How could a small, largely unknown biotech that emerged from stealth mode just months ago with early-stage cancer programs jump onto Wall Street in the middle of a Category 6 financial hurricane and sail through with a $165 million IPO?

And what does that mean for the rest of the industry waiting to see just how much damage global lockdowns will wreak on clinical development?

The biotech is a company called Zentalis. The crew there nabbed an $85 million crossover round late last year — notably waiting 5 years before waving the numbers around to attract attention, according to my read of a FierceBiotech story. Perceptive joined in, but the syndicate was not in general the kind of marquee affair that gets tongues wagging.

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Bob Nelsen at the Milken Institute Global Conference on April 29, 2019 in Beverly Hills, California. (Photo by Michael Kovac/Getty Images)

ARCH chief Bob Nelsen has $1.5B to prove 2 sim­ple points: ‘We’re in the most in­no­v­a­tive time ever’ and in­vestors are stay­ing

ARCH co-founder and managing director Bob Nelsen has a well known yen for the home run swing, betting big on potentially transformative meds and tech and the biotech teams he helps bring together. He thrives and bleeds on the cutting edge. And now Nelsen and the ARCH group have debuted 2 big funds to prove that this is the time for the best of biotech to shine — deadly pandemic be damned.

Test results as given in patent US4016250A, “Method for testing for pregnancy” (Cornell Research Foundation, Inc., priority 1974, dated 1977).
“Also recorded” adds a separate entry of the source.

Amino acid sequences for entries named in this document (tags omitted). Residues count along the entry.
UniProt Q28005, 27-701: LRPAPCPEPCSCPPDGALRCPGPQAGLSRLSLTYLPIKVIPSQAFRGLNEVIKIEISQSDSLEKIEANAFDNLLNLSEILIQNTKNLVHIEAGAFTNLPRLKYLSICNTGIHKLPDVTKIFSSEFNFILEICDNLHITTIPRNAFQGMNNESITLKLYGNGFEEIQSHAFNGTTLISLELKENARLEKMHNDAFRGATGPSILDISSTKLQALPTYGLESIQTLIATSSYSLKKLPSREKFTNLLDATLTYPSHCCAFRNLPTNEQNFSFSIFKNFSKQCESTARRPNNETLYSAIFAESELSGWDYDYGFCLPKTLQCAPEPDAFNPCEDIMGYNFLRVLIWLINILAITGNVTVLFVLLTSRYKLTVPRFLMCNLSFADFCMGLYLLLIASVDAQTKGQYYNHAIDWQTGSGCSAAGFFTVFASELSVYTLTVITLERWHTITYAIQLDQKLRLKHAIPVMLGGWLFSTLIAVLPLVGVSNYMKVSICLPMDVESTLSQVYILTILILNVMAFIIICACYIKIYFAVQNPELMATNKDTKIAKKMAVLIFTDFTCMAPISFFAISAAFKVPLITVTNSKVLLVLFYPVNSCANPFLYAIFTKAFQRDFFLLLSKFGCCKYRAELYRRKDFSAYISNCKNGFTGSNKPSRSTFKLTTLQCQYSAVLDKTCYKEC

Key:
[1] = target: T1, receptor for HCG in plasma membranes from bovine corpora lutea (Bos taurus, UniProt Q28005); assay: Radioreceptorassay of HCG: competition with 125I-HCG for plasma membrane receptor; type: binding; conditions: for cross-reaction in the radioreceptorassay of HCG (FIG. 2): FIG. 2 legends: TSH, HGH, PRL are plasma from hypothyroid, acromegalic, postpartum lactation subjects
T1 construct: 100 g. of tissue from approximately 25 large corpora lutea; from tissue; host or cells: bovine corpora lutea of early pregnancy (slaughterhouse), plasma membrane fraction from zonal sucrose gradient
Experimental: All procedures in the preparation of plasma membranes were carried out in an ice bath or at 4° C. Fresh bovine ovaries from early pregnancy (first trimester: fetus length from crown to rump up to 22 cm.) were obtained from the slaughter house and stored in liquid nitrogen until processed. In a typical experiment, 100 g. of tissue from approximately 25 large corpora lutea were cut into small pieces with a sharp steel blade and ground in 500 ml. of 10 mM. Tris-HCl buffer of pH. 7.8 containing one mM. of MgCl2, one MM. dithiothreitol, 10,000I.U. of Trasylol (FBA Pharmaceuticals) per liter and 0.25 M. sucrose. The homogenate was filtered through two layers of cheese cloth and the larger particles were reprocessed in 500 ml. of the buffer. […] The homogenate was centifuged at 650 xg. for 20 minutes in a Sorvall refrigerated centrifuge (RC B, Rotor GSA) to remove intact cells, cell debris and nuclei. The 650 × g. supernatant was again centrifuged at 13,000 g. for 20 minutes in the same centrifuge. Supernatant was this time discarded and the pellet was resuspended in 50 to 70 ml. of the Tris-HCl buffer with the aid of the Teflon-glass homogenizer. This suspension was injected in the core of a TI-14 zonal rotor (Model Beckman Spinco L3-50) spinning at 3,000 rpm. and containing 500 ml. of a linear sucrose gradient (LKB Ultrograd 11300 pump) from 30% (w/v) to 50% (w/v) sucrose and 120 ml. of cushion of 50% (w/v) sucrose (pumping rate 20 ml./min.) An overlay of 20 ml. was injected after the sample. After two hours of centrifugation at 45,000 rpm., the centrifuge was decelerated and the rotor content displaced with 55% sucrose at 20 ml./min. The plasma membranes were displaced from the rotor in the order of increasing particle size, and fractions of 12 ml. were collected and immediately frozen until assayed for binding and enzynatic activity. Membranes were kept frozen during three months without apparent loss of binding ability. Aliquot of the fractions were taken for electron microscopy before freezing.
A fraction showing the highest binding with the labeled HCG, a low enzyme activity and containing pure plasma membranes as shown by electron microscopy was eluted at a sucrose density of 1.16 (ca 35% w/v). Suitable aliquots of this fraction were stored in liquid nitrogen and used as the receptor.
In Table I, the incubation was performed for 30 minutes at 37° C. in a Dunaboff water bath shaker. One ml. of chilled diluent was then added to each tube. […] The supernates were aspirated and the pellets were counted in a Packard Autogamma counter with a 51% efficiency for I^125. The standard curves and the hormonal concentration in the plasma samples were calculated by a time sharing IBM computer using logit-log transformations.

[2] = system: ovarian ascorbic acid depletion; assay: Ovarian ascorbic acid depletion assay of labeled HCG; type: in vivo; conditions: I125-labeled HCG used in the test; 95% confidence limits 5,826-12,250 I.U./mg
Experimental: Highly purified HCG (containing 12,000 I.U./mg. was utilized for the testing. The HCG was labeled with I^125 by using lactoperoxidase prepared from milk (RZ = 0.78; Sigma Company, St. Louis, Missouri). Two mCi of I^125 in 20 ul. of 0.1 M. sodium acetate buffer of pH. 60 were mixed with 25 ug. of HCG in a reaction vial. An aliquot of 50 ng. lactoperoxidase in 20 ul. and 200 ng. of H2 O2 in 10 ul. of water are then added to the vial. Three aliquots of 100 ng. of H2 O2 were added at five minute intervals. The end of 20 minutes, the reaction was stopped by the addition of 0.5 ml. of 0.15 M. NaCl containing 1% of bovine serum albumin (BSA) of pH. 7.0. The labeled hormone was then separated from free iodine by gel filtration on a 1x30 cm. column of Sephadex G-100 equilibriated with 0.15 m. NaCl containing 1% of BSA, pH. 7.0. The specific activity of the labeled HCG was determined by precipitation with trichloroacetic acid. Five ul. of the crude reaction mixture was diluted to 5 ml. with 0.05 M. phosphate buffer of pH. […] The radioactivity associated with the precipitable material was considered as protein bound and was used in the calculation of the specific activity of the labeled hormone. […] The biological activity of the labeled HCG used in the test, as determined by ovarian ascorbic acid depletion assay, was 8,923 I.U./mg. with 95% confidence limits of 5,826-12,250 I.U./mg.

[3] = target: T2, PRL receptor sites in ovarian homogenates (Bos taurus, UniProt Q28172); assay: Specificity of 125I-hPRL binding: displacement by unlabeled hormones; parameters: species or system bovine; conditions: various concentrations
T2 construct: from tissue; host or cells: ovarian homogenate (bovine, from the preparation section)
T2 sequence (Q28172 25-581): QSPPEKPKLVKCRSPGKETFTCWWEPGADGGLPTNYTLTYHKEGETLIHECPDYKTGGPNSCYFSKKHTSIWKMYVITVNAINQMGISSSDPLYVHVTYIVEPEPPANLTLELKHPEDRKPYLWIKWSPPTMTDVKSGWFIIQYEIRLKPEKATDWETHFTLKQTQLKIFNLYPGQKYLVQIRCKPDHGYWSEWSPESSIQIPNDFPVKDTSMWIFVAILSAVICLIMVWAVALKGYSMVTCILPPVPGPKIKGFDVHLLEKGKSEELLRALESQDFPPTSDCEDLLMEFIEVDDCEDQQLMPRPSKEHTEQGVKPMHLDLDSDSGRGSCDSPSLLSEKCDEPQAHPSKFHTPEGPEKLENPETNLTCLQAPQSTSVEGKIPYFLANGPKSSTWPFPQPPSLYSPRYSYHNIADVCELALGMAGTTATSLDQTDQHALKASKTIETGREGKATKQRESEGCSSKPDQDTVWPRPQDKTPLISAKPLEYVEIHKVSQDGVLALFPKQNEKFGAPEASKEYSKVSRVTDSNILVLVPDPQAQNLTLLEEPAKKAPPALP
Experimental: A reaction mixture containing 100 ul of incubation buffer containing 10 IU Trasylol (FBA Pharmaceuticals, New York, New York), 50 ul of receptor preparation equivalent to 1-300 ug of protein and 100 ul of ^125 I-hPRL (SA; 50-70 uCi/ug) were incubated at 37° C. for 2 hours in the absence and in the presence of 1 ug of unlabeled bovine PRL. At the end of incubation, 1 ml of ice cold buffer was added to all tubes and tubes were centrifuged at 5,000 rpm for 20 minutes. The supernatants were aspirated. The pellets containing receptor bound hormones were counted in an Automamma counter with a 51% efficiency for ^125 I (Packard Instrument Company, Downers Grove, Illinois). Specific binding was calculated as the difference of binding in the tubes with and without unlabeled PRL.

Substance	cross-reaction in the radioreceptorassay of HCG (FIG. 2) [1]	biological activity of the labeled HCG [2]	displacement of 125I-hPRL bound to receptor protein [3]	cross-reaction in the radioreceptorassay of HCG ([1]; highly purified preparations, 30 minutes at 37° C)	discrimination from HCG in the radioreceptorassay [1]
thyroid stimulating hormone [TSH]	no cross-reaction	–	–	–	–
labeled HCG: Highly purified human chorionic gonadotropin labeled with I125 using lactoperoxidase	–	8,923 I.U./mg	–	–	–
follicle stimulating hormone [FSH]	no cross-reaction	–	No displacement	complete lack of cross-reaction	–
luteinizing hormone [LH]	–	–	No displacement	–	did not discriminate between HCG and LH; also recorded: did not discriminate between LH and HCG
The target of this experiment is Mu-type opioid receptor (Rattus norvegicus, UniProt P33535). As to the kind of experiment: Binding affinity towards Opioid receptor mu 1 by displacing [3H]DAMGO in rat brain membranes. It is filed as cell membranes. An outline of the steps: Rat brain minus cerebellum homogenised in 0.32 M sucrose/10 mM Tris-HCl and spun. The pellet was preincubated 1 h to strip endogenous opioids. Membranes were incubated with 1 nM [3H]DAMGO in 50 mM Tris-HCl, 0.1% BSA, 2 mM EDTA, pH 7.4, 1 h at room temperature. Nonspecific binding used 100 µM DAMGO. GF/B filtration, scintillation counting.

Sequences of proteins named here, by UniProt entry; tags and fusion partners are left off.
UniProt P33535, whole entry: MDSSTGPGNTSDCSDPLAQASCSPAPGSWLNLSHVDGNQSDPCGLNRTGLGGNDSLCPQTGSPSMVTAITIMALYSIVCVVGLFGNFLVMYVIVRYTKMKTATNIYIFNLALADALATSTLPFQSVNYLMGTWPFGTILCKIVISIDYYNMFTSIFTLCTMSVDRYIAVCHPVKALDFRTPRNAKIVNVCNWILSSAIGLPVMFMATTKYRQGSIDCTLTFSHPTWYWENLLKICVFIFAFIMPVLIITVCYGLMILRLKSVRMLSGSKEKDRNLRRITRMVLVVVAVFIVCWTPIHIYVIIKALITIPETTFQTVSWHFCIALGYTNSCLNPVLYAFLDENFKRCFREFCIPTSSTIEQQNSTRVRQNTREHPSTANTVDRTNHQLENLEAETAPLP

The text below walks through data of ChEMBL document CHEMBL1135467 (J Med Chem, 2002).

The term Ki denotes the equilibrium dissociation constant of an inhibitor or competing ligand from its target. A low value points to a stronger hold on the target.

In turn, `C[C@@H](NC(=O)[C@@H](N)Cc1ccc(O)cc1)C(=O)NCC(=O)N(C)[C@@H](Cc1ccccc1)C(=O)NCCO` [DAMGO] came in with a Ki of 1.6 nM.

Two new funds, ARCH Venture Fund X and ARCH Venture Fund X Overage, gathered a combined $1.46 billion. And that’s a record. ARCH Venture Fund IX and ARCH Venture Fund IX Overage closed in 2016 with a combined $1.1 billion. ARCH Venture Fund VIII and ARCH Venture Fund VIII Overage closed in 2014 with a combined $560 million.

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Lil­ly Asia Ven­tures co-leads $100M+ round for Chi­nese biotech and its late-stage lu­pus drug

Can a Chinese biotech deliver the first new lupus drug in decades? A high-profile group of VCs are betting on it.

Lilly Asia Ventures and Lake Bleu Capital are the co-headliners for RemeGen’s latest raise, which brought in more than $100 million. Hudson Bay Capital and Vivo Capital — which, like LAV, also invested in a pre-IPO round for Legend Biotech unveiled today — chimed in, as did Janchor Partners and OrbiMed.

GSK's asth­ma bi­o­log­ic Nu­cala is one step clos­er to ap­proval in key chron­ic rhi­nos­i­nusi­tis pop­u­la­tion

Months after GSK’s Nucala cleared in a pivotal rare blood disorder study, the asthma biologic has scored in a late-stage trial in chronic rhinosinusitis patients with nasal polyps.

The British drugmaker on Friday disclosed data from the SYNAPSE study, which tested Nucala (also known as mepolizumab) against a placebo on top of standard-of-care in more than 400 patients, all of whom had a history of previous surgery (approximately one in three had ≥3 surgeries) and required surgery due to severe symptoms and bigger polyps.

Servi­er bags an an­ti­body spe­cial­ist in its lat­est on­col­o­gy M&A deal with plans to add the plat­form tech